19. Weight Management Guides for Pregnant Women with a Body Mass index (BMI) Greater than or Equal to 40kg/m[Superscript 2]: A Qualitative Exploration of Their Use in Maternity Care

    Science.gov (United States)

    Smith, Debbie M.; Ward, Christine; Forbes, Shareen; Reynolds, Rebecca M.; Denison, Fiona C.

    2013-01-01

    Objective: Maternal obesity (Body Mass Index [BMI] greater than or equal to 30kg/m([superscript 2]) is associated with numerous maternal and fetal complications. Recent guidelines have called for advice to be given to women as pregnancy is a good time for intervention as due to women's motivations for change being high and changes may impact on…

  20. ETHNICITY AND INCOME IMPACT ON BMI AND STATURE OF SCHOOL CHILDREN LIVING IN URBAN SOUTHERN MEXICO.

    Science.gov (United States)

    Mendez, Nina; Barrera-Pérez, The Late Mario; Palma-Solis, Marco; Zavala-Castro, Jorge; Dickinson, Federico; Azcorra, Hugo; Prelip, Michael

    2016-03-01

    Obesity affects quality of life and increases the risk of morbidity and mortality. Mexico, a middle-income country, has a high prevalence of overweight and obesity among urban children. Merida is the most populated and growing city in southern Mexico with a mixed Mayan and non-Maya population. Local urbanization and access to industrialized foods have impacted the eating habits and physical activity of children, increasing the risk of overweight and obesity. This study aimed to contribute to the existing literature on the global prevalence of overweight and obesity and examined the association of parental income, ethnicity and nutritional status with body mass index (BMI) and height in primary school children in Merida. The heights and weights of 3243 children aged 6-12 from sixteen randomly selected schools in the city were collected between April and December 2012. Multinomial logistic regression models were used to examine differences in the prevalence of BMI and height categories (based on WHO reference values) by ethnicity and income levels. Of the total students, 1648 (50.9%) were overweight or obese. Stunting was found in 227 children (7%), while 755 (23.3%) were defined as having short stature. Combined stunting and overweight/obesity was found in 301 students (9.3%) and twelve (0.4%) were classified as stunted and of low weight. Having two Mayan surnames was inversely associated with having adequate height (OR=0.69, pobese. Overweight, obesity and short stature were frequent among the studied children. A significant proportion of Meridan children could face an increased risk of developing cardiovascular disease and its associated negative economic and social outcomes unless healthier habits are adopted. Action is needed to reduce the prevalence of obesity among southern Mexican families of all ethnic groups, particularly those of lower income.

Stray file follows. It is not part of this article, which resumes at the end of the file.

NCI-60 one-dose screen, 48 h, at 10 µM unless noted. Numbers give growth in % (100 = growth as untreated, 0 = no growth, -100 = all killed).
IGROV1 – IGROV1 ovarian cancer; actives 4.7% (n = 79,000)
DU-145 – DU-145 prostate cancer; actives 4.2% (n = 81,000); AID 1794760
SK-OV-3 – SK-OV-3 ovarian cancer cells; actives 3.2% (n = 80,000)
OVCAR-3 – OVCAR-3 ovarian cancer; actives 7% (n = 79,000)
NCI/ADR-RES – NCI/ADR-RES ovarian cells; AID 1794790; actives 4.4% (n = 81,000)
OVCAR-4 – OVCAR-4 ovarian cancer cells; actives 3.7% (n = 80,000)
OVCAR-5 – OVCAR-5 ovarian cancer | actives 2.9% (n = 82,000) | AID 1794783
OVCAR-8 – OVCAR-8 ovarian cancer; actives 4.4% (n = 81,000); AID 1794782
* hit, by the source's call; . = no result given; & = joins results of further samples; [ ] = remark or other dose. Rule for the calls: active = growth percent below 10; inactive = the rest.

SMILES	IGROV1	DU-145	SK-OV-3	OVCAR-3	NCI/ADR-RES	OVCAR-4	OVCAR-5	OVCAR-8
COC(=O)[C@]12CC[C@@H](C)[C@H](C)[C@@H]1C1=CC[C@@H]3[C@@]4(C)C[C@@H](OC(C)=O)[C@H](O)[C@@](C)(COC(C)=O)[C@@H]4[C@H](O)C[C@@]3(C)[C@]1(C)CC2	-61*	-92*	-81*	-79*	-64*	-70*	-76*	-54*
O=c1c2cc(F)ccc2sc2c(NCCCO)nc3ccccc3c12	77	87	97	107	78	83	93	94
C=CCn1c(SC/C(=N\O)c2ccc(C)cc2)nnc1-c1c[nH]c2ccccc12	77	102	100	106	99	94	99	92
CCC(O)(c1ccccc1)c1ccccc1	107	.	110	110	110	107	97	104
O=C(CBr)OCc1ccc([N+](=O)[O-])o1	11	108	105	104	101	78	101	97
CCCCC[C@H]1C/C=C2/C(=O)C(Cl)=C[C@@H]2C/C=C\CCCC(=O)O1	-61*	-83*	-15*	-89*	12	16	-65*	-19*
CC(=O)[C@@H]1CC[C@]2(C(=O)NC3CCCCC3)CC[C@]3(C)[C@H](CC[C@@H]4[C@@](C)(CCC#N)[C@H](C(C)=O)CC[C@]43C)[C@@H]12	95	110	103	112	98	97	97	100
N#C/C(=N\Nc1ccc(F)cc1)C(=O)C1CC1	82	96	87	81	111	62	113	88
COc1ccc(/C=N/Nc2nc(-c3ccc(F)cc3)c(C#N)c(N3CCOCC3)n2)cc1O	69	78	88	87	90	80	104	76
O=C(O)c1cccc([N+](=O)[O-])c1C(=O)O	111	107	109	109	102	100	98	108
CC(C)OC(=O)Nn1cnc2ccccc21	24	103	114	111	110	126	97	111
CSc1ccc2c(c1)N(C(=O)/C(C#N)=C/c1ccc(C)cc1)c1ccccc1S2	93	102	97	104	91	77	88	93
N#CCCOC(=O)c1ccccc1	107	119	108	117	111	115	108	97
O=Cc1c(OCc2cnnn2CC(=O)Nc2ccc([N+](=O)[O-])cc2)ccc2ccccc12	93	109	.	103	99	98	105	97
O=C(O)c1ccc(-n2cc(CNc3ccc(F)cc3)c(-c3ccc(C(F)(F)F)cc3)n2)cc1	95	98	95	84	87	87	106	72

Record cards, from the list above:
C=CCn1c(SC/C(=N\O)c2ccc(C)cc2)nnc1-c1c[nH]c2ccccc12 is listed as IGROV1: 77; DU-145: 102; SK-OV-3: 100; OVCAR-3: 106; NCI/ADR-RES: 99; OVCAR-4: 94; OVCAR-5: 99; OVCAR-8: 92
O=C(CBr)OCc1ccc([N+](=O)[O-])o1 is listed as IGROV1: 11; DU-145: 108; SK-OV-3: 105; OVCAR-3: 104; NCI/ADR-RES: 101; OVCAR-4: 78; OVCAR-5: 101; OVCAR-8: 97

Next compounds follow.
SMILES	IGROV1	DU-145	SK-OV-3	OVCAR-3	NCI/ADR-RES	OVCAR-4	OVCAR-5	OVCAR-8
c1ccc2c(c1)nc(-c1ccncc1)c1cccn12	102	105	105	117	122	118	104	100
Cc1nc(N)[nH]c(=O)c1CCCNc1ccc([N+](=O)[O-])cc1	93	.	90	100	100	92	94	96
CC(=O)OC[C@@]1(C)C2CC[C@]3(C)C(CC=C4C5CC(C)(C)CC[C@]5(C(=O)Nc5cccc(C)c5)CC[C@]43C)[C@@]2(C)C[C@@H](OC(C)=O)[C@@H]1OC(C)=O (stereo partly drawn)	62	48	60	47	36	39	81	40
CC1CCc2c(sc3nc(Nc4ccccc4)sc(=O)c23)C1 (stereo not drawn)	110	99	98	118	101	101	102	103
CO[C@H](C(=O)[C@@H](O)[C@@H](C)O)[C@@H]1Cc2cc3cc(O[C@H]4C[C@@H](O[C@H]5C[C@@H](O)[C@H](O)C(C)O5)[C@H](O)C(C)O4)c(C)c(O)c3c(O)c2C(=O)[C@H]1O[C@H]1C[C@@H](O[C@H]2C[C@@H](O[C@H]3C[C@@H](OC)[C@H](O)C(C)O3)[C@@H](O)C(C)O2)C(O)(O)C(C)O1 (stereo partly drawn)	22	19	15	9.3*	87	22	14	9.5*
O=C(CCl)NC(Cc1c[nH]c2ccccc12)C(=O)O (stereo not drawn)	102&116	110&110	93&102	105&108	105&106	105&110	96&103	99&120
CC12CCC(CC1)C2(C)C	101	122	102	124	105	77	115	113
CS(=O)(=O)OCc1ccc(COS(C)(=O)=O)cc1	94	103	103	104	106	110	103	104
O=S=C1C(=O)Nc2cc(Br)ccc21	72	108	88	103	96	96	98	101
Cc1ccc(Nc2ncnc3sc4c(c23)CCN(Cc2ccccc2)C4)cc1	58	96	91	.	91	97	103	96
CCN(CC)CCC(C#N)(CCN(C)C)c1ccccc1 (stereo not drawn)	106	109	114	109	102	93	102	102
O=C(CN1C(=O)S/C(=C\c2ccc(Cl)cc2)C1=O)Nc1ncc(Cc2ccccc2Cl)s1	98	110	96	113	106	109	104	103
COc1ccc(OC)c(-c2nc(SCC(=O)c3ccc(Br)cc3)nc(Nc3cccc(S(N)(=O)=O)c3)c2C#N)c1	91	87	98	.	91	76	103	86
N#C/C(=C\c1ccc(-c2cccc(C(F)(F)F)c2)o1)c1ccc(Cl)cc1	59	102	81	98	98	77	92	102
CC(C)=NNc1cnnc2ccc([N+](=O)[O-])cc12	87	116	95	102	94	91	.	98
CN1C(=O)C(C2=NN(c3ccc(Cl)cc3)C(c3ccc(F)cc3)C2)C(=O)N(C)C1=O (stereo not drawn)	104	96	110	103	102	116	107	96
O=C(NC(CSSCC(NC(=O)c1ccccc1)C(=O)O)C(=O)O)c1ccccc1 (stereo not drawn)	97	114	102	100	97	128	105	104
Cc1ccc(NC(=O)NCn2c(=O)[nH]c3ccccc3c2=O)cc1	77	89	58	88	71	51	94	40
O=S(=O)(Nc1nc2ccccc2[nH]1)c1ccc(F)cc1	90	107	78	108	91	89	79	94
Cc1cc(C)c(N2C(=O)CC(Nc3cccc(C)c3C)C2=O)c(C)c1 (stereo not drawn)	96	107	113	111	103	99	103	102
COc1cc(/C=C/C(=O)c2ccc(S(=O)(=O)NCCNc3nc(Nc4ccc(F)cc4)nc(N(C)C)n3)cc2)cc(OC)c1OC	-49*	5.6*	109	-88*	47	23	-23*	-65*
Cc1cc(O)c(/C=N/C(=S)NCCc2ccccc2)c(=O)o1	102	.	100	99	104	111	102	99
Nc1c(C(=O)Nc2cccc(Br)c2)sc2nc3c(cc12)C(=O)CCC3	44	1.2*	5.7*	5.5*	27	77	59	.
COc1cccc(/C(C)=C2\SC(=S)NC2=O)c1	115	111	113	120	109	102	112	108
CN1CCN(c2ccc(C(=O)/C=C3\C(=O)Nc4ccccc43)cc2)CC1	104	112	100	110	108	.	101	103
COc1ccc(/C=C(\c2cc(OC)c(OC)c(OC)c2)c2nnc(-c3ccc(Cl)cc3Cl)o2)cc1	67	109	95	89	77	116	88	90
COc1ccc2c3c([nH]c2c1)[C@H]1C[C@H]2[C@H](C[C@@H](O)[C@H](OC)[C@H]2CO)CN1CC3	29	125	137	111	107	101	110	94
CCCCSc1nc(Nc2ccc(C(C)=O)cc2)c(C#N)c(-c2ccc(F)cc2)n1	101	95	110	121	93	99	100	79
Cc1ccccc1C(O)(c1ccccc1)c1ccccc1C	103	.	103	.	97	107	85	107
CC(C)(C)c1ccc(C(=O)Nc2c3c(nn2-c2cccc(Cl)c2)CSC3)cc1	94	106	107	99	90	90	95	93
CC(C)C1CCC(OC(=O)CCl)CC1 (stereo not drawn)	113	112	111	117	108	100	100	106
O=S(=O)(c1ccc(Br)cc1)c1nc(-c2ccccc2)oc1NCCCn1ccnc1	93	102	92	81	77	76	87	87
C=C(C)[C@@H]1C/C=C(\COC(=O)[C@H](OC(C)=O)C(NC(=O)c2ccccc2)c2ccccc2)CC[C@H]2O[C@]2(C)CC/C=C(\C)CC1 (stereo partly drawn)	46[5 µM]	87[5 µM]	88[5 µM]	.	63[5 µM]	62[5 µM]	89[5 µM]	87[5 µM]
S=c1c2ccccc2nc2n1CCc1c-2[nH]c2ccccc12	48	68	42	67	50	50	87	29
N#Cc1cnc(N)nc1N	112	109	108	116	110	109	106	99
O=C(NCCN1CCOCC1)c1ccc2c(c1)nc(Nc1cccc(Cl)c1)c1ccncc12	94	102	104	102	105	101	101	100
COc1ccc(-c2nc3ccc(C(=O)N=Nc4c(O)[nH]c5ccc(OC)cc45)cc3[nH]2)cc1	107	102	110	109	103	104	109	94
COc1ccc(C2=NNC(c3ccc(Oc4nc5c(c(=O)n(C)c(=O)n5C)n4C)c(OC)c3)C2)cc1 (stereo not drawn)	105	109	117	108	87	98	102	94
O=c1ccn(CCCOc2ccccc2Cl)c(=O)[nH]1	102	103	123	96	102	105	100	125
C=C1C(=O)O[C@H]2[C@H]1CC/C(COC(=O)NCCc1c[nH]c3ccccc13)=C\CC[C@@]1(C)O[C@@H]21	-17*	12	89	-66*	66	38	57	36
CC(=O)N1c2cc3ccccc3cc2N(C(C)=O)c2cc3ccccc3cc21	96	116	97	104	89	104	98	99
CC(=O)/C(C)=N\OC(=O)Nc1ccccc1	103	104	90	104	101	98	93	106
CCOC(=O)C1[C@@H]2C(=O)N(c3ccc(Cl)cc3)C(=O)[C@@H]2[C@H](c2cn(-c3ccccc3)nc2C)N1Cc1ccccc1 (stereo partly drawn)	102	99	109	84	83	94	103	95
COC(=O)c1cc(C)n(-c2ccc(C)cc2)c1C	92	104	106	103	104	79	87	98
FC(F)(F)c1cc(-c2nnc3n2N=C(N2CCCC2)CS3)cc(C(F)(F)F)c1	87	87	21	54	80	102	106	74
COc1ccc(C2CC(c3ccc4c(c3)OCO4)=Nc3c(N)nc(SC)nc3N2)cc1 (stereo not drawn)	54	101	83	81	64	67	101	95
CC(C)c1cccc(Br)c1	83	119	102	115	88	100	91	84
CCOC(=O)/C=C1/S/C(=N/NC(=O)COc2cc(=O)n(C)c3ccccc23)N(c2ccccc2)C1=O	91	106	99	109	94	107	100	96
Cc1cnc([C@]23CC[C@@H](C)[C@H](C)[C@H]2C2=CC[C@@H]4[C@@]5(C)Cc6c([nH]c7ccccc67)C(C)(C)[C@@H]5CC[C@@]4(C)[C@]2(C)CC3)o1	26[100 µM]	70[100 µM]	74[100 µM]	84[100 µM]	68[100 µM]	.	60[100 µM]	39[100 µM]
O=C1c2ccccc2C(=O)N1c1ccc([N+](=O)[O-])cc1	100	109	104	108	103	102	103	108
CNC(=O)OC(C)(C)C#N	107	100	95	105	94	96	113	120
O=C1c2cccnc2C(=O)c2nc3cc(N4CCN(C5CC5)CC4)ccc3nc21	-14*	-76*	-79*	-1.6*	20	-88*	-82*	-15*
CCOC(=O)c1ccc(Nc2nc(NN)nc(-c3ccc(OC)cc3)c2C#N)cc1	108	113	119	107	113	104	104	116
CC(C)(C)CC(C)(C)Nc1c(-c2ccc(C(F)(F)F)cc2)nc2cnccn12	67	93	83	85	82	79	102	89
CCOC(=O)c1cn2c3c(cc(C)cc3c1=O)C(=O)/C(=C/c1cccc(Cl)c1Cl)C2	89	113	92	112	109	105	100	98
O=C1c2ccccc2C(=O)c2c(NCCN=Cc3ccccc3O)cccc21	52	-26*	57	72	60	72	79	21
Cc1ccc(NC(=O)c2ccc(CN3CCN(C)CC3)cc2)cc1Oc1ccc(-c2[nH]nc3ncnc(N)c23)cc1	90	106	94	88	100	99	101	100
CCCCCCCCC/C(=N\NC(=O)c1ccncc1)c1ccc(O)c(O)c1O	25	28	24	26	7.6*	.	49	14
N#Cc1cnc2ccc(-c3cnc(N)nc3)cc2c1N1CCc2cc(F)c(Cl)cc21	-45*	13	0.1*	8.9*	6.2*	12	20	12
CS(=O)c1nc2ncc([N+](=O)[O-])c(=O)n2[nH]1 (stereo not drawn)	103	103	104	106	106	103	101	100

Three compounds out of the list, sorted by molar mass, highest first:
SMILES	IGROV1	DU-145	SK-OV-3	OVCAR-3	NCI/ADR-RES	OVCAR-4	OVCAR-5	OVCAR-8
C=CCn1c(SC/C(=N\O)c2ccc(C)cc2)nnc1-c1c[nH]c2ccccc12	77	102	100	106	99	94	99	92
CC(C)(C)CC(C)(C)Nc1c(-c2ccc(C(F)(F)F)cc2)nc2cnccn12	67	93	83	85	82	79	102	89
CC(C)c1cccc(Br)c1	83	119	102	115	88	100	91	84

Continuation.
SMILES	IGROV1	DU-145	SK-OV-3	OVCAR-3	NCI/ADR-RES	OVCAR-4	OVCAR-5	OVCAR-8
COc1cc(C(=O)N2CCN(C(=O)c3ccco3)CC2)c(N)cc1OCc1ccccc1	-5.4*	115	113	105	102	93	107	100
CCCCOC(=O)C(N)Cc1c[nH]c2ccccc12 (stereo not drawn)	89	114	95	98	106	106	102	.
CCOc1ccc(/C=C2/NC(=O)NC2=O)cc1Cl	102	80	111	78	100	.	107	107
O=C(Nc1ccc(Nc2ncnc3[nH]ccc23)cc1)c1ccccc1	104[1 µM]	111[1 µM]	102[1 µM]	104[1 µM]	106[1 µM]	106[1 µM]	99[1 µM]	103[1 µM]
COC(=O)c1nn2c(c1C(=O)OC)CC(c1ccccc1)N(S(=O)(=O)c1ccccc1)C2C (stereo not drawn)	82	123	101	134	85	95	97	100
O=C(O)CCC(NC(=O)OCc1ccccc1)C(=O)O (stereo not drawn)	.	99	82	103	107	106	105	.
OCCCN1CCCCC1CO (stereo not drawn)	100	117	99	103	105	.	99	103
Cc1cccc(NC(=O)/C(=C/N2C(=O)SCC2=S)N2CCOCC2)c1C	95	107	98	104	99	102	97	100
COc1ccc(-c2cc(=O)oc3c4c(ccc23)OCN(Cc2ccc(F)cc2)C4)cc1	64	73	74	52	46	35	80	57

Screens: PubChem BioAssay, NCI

1. The Role of Attachment in Body Weight and Weight Loss in Bariatric Patients

    OpenAIRE

    Nancarrow, Abigail; Hollywood, Amelia; Ogden, Jane; Hashemi, Majid

    2017-01-01

    Purpose The aim of this study is to explore the role of attachment styles in obesity. Material and Methods The present study explored differences in insecure attachment styles between an obese sample waiting for bariatric surgery (n = 195) and an age, sex and height matched normal weight control group (n = 195). It then explored the role of attachment styles in predicting change in BMI 1 year post bariatric surgery (n = 143). Results The bariatric group reported significant...

  2. Mendelian randomisation analysis provides no evidence for a relationship between adult height and testicular cancer risk.

    Science.gov (United States)

    Levy, M; Hall, D; Sud, A; Law, P; Litchfield, K; Dudakia, D; Haugen, T B; Karlsson, R; Reid, A; Huddart, R A; Grotmol, T; Wiklund, F; Houlston, R S; Turnbull, C

    2017-09-01

    Observational studies have suggested anthropometric traits, particularly increased height are associated with an elevated risk of testicular cancer (testicular germ cell tumour). However, there is an inconsistency between study findings, suggesting the possibility of the influence of confounding factors. To examine the association between anthropometric traits and testicular germ cell tumour using an unbiased approach, we performed a Mendelian randomisation study. We used genotype data from genome wide association studies of testicular germ cell tumour totalling 5518 cases and 19,055 controls. Externally weighted polygenic risk scores were created and used to evaluate associations with testicular germ cell tumour risk per one standard deviation (s.d) increase in genetically-defined adult height, adult BMI, adult waist hip ratio adjusted for BMI (WHRadjBMI), adult hip circumference adjusted for BMI (HIPadjBMI), adult waist circumference adjusted for BMI (WCadjBMI), birth weight (BW) and childhood obesity. Mendelian randomisation analysis did not demonstrate an association between any anthropometric trait and testicular germ cell tumour risk. In particular, despite good power, there was no global evidence for association between height and testicular germ cell tumour. However, three SNPs for adult height individually showed association with testicular germ cell tumour (rs4624820: OR = 1.47, 95% CI: 1.41-1.55, p = 2.7 × 10 -57 ; rs12228415: OR = 1.17, 95% CI: 1.11-1.22, p = 3.1 × 10 -10 ; rs7568069: OR = 1.13, 95% CI: 1.07-1.18, p = 1.1 × 10 -6 ). This Mendelian randomisation analysis, based on the largest testicular germ cell tumour genome wide association dataset to date, does not support a causal etiological association between anthropometric traits and testicular germ cell tumour aetiology. Our findings are more compatible with confounding by shared environmental factors, possibly related to prenatal growth with exposure to these risk factors